The global U.S. reusable launch vehicle market size stood at USD 482.4 million in 2019 and is projected to reach USD 1,634.9 million by 2027, exhibiting a CAGR of 14.77% during the forecast period. As of my last knowledge update in September 2021, there were several U.S. reusable launch vehicles (RLVs) that were in operation or development. RLVs are designed to be launched, recovered, and relaunched multiple times, with the goal of reducing the cost of accessing space.
Here's an overview of some of the prominent U.S. RLVs:
SpaceX Falcon 9 / Falcon Heavy: SpaceX, founded by Elon Musk, developed the Falcon 9 and Falcon Heavy rockets, which are partially reusable. The first stage of these rockets is designed to return to Earth after launch, landing vertically either on a drone ship at sea or at a ground-based landing zone. This allows SpaceX to refurbish and reuse the first stages for multiple launches. This reusability has significantly reduced launch costs.
Blue Origin New Shepard: Blue Origin, founded by Jeff Bezos, has been working on the New Shepard suborbital vehicle. It's designed for suborbital space tourism and research flights. New Shepard consists of a crew capsule and a propulsion module. The propulsion module is designed to be reusable and lands vertically, while the crew capsule returns separately using parachutes.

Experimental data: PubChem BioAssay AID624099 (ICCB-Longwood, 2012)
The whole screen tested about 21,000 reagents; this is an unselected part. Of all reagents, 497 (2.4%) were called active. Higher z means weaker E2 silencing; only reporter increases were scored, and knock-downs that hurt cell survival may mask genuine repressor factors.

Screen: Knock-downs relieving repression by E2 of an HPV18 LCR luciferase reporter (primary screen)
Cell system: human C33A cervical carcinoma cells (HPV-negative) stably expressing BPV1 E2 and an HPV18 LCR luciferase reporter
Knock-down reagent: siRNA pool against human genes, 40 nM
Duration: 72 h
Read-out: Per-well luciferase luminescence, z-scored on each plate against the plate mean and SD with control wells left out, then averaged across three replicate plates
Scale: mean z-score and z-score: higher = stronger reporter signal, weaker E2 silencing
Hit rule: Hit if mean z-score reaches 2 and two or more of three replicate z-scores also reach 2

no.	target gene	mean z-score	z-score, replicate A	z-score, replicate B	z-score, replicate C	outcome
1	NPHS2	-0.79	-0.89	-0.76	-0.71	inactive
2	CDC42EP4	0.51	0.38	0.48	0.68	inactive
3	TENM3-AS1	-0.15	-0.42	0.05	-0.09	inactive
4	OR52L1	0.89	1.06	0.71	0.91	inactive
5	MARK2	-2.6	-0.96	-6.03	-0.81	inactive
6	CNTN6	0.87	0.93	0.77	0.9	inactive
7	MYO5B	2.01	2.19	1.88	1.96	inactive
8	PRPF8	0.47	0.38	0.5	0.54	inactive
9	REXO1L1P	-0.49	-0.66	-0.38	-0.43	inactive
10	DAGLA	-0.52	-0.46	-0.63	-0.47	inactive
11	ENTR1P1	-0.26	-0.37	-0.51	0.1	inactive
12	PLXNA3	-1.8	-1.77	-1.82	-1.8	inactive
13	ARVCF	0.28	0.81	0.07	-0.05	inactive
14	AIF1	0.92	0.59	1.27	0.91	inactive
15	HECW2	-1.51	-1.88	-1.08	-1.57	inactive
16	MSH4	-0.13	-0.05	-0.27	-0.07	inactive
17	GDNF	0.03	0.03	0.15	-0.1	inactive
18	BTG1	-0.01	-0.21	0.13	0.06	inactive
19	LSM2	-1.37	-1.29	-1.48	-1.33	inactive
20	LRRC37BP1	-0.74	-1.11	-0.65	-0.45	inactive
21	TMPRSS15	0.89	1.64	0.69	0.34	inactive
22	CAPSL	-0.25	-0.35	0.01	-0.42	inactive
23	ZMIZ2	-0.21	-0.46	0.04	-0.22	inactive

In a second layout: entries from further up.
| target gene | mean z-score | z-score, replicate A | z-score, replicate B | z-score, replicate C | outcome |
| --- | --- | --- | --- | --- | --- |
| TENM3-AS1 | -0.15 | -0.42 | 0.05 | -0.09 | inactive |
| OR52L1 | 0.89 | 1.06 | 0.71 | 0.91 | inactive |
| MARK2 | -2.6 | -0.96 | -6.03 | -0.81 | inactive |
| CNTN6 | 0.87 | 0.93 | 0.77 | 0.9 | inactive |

NASA Space Shuttle (Retired): The Space Shuttle program, operated by NASA from 1981 to 2011, was one of the earliest attempts at developing a reusable launch vehicle. The Space Shuttle consisted of an orbiter, solid rocket boosters, and an external fuel tank. After completing its mission, the orbiter would reenter the Earth's atmosphere and glide to a runway landing.
Northrop Grumman Pegasus: The Pegasus is an air-launched rocket system that can carry small payloads into orbit. It's launched from the belly of an aircraft and ignited in mid-air. The Pegasus system has been used for multiple launches, though it is not fully reusable.
Astra Rocket: Astra is a startup working on small satellite launch vehicles. Their Rocket 3 series is designed to be reusable, with plans to recover and refurbish the rockets for multiple launches. As of my last update, Astra was in the testing and development phase.
Relativity Space Terran: Relativity Space is developing the Terran rocket family with a focus on using 3D printing and automation to simplify manufacturing. While I don't have the latest details, they have expressed intentions of making their rockets reusable in the future.
It's important to note that developments in the space industry can change rapidly, and there might have been further advancements or changes in the status of these programs since my last update in September 2021. For the latest and most accurate information, I recommend checking the respective companies' official websites, space industry news sources, and space agencies such as NASA.